- Cross-Train. Prose-writers should try their hand at poetry and play-writing, and vice-versa. Not only does it extend and strengthen how you use language, but writing in a different form also gives you the freedom of being a novice. Here, mistakes and clumsiness are part of the fun.
- Take risks. Every now and again, you must try to get away with the implausible, the overly sentimental, the hokey, the outright out-there. It will free the part of your brain that dreams this stuff up. Plus--and here's the really great part--every once in a long, long while, you actually get away with the implausible, the sentimental, the hokey, the way, way out-there.
- Be Persistent. Persistence is called for in every stage of the game. Your drafts must be thoroughly dreamed, then thoroughly, painstakingly revised. You must be persistent in seeking the company of others who inspire you, who will read your drafts and open them up to even deeper revision. Be persistent when you're ready to send it out. Most of all, be persistent in a daily writing habit. Live the writer's life.
These are the ones that I know of, that I strive to practice consistently. Tell me: which habits, either listed here or ones I haven't thought of, do you find the most helpful? Which are the most difficult to keep to? Which do you find to be the most sustaining?
I'm talking about the John C. Campbell Folk School, a place I've been dreaming of for years, and the class I'm teaching, appropriately enough, is called The Habitual Writer. Can't, can't wait.
To those who have already signed up for all the fun and those getting ready to head over now to register: get some rest. Read a really great book. Get ready to climb up that mountain, step into a culture of artists of a variety of crafts and callings, and write, write, write. I'll see you there!
Tuesday, March 16, 2010
But this isn't just any cat. This is a fat, tangerine-colored tabby with white markings and inches-thick fur who moves lazily, purringly, across a white carpet in a white room with winter outside and a lit fire inside. Or, no, it's a muddled-gray stray with matted fur, stretched and draggy from too many kittens, who comes squeezing out from beneath the cement steps of an ailing clapboard, mewing hoarsely.
Or, wait: it's not a cat at all. It's a person. A real cool cat. A crooner, a suitor. Sly one. Tiger. Any old untamed thing.
You are the writer. What'll it be?
What you must remember, though, is that you're not alone in your art, your conjuring. You won't--you can't--do it alone. All you are is the black-marks-maker. You need a partner, a sense-maker, an image-picturer. You need a reader.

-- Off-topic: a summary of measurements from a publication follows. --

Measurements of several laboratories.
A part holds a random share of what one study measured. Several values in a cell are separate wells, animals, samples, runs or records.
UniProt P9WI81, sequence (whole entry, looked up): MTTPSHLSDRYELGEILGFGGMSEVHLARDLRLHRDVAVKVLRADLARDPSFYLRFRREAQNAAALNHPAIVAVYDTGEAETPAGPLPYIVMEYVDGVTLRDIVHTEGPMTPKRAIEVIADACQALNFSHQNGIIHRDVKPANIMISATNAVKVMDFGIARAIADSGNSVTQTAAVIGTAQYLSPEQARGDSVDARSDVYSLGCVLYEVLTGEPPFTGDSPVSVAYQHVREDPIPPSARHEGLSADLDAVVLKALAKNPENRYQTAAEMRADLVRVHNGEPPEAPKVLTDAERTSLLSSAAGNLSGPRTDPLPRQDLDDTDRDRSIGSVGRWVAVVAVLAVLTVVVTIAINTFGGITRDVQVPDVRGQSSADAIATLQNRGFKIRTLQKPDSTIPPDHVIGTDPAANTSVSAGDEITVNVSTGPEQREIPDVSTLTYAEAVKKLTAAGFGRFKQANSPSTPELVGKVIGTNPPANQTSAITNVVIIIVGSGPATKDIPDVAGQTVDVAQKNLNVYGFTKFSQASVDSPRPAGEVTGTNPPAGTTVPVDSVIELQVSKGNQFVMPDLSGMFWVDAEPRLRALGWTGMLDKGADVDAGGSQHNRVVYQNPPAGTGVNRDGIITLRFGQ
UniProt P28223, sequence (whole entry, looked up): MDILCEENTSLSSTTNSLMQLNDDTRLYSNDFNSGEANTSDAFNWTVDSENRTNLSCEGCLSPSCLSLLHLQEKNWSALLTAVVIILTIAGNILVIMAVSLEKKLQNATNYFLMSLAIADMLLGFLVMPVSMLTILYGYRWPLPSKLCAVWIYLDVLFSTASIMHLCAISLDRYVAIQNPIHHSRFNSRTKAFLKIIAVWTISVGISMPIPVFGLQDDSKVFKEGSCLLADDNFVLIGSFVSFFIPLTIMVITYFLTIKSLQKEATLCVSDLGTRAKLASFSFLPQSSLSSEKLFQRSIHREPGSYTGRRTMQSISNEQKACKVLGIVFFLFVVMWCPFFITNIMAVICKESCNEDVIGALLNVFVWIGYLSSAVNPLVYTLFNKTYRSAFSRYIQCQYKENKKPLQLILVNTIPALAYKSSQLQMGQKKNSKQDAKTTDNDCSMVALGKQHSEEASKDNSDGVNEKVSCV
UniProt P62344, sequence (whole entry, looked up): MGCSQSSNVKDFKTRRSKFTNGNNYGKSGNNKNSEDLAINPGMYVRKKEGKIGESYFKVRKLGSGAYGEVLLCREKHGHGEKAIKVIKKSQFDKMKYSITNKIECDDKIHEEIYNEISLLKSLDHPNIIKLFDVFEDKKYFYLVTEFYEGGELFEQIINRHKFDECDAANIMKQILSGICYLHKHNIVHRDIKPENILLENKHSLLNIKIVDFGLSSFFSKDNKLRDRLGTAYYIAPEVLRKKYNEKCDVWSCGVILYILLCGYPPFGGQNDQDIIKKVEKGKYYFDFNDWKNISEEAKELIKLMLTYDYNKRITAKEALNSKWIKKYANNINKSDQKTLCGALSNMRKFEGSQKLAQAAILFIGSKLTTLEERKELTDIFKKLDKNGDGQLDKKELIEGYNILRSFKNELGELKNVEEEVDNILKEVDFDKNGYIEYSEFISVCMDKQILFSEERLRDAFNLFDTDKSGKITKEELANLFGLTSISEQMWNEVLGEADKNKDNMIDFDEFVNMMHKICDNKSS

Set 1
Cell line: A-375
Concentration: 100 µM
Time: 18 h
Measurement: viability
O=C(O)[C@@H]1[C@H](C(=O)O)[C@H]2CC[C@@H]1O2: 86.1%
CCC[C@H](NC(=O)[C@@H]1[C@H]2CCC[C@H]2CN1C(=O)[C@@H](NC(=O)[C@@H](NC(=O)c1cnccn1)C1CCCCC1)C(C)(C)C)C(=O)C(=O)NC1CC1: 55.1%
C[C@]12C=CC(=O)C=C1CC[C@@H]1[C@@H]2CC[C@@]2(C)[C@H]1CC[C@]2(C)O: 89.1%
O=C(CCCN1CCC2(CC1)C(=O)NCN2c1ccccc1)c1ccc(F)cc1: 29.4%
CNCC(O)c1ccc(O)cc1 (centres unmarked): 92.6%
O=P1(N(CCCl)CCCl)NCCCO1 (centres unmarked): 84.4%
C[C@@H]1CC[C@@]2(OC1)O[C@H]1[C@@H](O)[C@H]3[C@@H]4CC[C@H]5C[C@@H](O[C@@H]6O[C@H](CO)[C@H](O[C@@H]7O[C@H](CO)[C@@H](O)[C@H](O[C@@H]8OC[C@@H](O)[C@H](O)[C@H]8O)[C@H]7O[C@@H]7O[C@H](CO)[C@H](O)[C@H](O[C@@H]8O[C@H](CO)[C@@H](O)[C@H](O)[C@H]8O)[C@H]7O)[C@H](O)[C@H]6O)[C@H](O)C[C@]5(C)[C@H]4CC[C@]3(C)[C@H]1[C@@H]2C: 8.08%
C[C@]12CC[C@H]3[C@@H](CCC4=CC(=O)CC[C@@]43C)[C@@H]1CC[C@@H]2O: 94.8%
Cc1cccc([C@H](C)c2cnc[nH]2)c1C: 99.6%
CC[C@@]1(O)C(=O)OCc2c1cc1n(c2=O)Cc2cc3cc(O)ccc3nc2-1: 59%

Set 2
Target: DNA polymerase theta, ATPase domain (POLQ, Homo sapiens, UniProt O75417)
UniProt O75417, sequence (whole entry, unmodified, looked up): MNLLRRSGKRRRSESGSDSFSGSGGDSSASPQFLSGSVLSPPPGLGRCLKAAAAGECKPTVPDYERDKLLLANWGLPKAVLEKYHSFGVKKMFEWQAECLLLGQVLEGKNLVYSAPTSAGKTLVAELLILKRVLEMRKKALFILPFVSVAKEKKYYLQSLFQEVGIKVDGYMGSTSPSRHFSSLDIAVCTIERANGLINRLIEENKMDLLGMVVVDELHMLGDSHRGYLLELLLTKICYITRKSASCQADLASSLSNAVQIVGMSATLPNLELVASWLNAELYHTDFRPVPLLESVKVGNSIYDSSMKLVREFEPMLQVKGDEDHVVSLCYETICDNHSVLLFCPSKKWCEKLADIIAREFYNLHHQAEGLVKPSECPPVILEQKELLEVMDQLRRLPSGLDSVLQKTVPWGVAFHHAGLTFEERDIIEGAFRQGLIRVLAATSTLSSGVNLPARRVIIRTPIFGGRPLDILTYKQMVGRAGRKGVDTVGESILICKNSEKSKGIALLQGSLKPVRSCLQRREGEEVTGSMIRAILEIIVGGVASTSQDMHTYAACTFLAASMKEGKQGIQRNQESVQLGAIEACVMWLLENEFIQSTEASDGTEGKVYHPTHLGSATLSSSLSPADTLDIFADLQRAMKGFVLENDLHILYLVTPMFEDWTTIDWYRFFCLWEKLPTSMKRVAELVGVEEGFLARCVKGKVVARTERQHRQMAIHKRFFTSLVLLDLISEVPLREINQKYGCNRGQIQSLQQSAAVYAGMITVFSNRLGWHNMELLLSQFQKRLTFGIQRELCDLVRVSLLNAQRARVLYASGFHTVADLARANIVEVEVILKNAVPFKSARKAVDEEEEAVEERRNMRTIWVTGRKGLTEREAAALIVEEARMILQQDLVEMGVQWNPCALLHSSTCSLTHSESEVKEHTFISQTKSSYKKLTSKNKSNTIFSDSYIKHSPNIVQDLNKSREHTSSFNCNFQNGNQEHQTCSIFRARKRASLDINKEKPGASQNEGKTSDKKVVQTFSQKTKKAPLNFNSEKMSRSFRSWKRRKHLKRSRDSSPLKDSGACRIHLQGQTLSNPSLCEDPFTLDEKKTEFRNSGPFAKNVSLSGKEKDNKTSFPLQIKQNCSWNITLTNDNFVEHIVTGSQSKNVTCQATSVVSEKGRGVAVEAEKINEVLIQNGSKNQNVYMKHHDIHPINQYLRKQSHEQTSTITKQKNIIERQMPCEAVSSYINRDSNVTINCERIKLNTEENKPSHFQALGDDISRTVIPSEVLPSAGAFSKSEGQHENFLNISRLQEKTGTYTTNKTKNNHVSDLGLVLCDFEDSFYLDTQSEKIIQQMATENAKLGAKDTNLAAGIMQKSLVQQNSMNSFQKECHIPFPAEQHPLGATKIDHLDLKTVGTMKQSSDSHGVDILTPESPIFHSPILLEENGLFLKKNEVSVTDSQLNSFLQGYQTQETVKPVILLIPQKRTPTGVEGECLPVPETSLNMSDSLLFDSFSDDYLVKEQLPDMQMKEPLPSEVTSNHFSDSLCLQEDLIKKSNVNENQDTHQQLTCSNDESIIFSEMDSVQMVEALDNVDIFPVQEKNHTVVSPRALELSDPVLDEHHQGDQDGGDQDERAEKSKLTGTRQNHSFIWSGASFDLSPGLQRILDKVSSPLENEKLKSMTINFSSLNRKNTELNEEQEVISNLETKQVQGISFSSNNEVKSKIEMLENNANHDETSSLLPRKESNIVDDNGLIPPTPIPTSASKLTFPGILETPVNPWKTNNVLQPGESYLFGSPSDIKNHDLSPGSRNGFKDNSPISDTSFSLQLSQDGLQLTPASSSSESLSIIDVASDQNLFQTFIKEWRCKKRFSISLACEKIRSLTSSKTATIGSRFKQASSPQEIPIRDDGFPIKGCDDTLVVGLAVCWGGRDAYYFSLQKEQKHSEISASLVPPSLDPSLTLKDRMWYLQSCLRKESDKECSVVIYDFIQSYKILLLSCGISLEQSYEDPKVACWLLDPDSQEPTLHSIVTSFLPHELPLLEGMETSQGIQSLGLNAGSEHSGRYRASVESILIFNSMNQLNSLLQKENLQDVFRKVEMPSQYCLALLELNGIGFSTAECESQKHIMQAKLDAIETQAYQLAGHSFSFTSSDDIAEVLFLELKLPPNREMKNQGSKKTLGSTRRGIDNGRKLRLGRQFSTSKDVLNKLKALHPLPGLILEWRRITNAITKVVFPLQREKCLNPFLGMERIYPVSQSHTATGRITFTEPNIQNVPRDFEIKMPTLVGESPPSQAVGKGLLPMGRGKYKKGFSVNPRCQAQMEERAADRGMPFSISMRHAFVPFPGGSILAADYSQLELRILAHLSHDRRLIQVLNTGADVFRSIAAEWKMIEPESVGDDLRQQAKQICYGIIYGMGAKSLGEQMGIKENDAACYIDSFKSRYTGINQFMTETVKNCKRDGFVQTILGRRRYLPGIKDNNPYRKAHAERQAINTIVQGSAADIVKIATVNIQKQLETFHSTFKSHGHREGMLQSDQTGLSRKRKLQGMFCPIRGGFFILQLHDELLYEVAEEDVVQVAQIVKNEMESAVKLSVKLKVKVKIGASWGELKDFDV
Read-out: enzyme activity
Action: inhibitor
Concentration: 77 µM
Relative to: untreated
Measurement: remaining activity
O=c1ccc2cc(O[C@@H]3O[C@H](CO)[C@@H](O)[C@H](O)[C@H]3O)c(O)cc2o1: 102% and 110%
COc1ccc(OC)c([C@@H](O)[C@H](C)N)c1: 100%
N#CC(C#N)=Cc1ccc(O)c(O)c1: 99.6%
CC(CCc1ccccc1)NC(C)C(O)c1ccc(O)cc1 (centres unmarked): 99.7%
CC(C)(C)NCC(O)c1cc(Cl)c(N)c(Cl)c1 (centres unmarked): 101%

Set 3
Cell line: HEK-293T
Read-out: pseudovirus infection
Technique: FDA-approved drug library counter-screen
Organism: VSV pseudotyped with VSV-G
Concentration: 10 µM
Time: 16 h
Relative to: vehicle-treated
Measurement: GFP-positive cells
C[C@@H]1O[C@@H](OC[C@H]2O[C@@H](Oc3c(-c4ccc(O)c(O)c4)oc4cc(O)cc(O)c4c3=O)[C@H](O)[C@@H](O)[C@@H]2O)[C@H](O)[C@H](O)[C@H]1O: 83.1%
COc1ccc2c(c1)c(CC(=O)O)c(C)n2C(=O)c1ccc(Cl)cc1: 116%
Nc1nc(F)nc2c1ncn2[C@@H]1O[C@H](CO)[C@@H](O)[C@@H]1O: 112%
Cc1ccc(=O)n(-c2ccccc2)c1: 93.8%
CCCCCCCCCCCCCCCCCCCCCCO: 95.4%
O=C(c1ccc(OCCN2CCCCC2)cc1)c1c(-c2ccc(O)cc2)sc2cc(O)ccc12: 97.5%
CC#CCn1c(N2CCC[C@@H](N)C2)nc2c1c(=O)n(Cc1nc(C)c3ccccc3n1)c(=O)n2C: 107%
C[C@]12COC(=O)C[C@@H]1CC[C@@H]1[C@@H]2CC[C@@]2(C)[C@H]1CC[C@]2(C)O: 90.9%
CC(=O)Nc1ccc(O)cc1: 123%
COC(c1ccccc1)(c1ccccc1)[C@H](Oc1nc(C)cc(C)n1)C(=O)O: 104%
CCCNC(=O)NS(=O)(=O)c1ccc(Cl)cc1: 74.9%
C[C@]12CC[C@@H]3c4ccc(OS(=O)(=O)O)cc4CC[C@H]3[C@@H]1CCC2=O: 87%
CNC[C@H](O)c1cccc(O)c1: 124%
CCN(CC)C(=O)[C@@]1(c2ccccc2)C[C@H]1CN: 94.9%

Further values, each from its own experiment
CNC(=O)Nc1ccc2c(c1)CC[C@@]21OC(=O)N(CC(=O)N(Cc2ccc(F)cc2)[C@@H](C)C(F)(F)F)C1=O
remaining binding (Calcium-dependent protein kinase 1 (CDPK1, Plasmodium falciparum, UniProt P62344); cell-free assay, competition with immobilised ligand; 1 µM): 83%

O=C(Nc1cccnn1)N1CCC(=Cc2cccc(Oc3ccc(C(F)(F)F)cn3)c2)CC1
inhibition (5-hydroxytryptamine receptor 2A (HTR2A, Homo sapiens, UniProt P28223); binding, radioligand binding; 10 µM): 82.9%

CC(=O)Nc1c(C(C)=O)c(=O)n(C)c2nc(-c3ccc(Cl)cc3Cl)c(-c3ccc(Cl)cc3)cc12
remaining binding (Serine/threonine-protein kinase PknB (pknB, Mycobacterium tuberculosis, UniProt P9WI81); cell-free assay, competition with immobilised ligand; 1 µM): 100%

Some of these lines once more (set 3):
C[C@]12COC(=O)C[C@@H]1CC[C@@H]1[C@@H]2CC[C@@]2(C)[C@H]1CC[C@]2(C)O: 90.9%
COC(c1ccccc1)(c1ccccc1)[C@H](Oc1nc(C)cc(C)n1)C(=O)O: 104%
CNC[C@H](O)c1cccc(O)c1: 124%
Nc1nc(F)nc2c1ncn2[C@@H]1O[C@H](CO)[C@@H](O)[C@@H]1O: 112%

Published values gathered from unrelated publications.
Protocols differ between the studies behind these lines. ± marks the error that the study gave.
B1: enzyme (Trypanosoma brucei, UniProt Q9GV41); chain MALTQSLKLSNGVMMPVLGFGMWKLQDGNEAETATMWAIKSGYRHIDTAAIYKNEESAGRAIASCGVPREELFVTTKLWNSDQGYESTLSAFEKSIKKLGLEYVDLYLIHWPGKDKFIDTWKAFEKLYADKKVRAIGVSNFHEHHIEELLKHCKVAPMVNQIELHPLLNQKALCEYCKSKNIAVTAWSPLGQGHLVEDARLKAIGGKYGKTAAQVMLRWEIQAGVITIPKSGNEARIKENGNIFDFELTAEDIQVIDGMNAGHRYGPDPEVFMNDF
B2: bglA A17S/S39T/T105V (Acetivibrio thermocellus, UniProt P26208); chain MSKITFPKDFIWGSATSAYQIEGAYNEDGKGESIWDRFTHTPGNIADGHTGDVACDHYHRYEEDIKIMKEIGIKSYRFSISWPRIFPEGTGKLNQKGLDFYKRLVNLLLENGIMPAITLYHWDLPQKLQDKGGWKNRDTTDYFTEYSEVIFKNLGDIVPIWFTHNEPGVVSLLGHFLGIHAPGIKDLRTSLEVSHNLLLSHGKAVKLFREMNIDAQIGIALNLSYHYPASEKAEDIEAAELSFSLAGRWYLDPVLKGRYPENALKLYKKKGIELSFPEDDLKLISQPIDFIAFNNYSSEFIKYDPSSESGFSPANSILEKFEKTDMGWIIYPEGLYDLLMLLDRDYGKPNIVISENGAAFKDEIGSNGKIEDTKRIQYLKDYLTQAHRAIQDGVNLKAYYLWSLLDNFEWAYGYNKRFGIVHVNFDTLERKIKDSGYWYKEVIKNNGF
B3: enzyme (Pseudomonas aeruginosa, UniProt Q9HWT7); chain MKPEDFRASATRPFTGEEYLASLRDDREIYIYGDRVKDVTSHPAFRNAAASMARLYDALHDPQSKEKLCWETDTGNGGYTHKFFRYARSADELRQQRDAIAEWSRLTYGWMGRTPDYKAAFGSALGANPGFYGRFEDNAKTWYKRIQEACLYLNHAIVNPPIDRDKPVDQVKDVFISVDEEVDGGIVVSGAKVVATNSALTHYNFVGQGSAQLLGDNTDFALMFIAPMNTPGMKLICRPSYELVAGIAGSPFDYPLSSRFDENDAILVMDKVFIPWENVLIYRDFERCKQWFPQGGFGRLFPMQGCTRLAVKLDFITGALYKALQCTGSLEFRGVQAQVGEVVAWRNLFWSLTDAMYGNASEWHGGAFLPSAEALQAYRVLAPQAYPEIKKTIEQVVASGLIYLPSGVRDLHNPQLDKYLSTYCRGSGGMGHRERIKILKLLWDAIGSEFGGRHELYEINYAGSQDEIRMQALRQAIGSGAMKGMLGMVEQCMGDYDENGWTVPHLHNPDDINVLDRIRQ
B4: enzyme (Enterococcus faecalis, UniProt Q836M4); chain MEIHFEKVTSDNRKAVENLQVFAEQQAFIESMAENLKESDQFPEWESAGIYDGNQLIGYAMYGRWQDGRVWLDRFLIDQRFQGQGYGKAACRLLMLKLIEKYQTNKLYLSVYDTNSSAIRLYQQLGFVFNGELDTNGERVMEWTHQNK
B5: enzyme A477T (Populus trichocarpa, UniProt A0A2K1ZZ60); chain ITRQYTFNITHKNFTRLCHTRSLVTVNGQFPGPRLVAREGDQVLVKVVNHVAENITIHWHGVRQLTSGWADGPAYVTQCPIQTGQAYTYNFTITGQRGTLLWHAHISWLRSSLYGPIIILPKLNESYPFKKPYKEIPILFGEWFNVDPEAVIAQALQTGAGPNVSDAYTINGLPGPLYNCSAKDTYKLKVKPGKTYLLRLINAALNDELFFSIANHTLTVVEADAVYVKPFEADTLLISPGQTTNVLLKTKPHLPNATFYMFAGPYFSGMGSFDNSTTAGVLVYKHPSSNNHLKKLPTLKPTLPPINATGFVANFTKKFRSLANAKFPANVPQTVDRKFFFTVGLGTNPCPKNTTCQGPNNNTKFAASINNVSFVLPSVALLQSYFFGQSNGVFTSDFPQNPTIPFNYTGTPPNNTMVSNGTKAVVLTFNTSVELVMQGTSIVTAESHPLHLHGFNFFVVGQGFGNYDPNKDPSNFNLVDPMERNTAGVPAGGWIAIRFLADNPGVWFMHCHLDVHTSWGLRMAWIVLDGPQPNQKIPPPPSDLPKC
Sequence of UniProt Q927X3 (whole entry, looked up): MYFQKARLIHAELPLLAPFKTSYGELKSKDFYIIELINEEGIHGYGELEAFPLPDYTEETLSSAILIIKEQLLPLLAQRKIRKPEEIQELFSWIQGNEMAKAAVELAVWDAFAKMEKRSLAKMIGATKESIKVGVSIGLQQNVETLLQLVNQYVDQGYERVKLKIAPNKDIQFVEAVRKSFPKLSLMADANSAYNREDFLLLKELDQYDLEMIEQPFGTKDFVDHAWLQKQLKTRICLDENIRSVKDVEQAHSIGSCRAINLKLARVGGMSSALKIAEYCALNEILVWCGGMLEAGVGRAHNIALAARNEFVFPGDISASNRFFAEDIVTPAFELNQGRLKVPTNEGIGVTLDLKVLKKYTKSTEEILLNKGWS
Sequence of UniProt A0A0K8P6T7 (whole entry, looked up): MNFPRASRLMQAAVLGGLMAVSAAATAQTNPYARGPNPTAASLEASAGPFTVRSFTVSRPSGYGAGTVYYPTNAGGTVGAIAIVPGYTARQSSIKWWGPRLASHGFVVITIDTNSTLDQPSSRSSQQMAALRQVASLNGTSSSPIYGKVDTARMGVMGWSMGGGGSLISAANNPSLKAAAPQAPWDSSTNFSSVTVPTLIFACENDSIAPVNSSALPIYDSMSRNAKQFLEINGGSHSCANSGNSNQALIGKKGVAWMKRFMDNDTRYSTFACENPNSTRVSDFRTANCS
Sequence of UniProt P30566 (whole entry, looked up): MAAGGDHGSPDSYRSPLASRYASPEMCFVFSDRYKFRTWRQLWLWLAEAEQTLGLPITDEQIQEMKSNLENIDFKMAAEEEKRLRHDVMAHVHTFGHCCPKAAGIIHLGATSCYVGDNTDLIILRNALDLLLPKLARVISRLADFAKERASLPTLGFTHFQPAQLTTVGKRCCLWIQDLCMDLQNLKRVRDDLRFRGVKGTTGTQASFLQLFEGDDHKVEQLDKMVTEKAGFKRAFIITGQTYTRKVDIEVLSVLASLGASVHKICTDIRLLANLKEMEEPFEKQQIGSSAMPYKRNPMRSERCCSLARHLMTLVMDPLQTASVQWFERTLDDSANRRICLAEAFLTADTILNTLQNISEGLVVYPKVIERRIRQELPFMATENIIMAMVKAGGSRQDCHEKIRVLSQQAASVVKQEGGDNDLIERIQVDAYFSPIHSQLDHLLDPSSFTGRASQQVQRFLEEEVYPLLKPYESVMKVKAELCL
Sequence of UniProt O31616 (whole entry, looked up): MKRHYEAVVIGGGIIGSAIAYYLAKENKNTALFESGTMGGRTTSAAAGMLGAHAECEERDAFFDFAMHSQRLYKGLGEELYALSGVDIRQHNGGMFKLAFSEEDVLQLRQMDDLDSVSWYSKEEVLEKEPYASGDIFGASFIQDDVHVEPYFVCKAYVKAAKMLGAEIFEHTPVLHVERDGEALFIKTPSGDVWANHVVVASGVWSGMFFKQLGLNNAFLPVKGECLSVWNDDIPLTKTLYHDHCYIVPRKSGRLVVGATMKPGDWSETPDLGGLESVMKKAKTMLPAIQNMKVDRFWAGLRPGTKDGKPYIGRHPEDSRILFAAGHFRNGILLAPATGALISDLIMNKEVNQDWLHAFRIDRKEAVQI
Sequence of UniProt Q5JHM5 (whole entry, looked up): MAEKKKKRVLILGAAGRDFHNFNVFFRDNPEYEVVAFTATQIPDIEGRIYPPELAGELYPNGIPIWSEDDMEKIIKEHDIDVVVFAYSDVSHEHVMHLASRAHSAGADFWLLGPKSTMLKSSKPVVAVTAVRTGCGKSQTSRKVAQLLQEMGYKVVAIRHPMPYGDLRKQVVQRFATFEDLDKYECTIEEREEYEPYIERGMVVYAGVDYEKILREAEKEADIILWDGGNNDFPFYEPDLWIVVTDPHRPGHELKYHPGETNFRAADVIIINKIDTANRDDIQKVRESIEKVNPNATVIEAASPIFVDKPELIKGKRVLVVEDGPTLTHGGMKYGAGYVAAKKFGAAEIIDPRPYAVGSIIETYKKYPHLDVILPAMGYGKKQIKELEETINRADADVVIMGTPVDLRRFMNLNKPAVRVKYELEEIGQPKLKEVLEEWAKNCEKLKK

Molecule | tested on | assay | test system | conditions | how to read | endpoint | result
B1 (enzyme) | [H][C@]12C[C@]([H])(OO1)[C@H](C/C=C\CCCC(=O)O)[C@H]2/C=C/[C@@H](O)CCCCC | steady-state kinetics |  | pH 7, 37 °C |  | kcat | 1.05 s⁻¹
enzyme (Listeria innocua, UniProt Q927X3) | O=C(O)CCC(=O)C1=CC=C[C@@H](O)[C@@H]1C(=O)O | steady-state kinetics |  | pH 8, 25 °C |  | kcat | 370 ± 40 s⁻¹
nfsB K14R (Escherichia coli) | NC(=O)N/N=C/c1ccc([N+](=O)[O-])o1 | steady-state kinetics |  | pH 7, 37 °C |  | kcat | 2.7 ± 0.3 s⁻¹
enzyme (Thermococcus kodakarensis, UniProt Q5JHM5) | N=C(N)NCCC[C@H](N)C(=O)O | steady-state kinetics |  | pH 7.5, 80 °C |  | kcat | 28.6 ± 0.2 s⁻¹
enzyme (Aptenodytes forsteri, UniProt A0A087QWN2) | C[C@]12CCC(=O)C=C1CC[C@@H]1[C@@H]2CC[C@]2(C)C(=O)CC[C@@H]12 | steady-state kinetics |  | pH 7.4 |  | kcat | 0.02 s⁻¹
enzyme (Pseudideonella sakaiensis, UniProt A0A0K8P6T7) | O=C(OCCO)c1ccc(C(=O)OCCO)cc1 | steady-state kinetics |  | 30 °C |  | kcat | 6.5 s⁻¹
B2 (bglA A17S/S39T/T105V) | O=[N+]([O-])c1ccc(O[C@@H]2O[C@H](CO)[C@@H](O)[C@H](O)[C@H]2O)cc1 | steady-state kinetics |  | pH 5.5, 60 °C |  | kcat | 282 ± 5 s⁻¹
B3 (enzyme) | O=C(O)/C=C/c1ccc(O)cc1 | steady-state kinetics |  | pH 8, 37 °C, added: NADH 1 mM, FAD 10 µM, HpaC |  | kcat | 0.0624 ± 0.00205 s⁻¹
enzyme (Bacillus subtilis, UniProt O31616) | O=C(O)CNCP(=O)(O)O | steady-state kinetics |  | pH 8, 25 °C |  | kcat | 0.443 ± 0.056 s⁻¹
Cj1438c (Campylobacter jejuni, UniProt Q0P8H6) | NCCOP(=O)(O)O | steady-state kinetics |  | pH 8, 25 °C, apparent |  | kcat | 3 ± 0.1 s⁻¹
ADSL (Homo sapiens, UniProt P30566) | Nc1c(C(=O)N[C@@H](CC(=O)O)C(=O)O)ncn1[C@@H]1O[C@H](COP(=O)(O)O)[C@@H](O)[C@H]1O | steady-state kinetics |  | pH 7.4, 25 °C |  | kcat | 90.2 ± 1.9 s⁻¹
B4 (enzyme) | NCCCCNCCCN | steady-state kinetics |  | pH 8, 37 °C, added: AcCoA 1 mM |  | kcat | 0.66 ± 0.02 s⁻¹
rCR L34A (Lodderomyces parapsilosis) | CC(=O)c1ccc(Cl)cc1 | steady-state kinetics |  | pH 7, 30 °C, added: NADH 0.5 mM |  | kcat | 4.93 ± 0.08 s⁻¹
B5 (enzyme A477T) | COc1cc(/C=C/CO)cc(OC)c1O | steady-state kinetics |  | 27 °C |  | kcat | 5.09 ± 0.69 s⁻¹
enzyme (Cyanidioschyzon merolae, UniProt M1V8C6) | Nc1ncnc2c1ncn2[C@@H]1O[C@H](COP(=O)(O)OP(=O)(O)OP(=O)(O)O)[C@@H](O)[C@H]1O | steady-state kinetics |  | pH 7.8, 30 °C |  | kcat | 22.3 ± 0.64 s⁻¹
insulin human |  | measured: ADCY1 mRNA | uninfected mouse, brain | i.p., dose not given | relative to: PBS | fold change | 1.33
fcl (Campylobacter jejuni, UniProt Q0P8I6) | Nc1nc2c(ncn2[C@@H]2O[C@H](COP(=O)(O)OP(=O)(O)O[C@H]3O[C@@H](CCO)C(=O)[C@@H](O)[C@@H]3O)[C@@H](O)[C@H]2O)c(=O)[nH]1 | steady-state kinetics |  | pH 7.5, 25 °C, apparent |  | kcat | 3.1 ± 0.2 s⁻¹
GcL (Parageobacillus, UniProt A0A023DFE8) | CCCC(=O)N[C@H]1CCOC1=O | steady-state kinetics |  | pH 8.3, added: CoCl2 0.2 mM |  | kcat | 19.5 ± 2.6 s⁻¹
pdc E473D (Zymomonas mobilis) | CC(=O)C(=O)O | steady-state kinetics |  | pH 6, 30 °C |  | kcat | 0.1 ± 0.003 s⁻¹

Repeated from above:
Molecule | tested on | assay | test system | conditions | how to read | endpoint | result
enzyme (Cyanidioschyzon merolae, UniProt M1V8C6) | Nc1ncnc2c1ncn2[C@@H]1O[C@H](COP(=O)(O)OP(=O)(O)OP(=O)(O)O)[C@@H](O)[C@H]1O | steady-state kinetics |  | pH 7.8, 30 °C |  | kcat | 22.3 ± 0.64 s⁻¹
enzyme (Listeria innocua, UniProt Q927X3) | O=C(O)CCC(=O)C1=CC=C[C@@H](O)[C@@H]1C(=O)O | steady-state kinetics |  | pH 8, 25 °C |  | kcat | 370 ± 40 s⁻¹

A reader--even just one--is no small thing. This person, your reader, is your most important person. This is the only person who can make this thing work, who can come inside, translate the markings, make this thing go.
This is why we must be kind to the reader. We must invite, charm, guide, and surprise. Tantalize. Beguile, lift, and carry. Every page, every word is a thank-you, a secret, a request. It's almost painfully intimate, what the writer feels in typing out the words, what the reader feels in reading them. A conspiracy, a willful surrender, how whole worlds are made.
Tuesday, March 9, 2010
Tuesday, March 2, 2010
They will probably be back before the sun even sets.
The second they're out the door, though, I'm popping open a can of yellow paint. My plan: give the kitchen its first coat, make my hair appointment, paint the living room and hallway in the evening, watch some TV all by myself (a rare treat!), and get up early the next morning to begin working on a new novel. The last several months, struggling through to the end of a novel I've been piecing together for years, I've been absolutely desperate for this moment, or one just like it. I've finished the book.
I keep the radio on, top forty, not because I love the music, but because it makes me feel connected to the outside world. Funny, isn't it? All I ever want is some time to myself and I get it and then find the quiet completely unnerving.
There's news on the radio. Michael Jackson has passed away a few weeks earlier, and now, there is speculation over the true paternity of two of his three children. Maybe it was the dermatologist? The white dermatologist? Also, Mark Sanford is trying to fall back in love with his wife.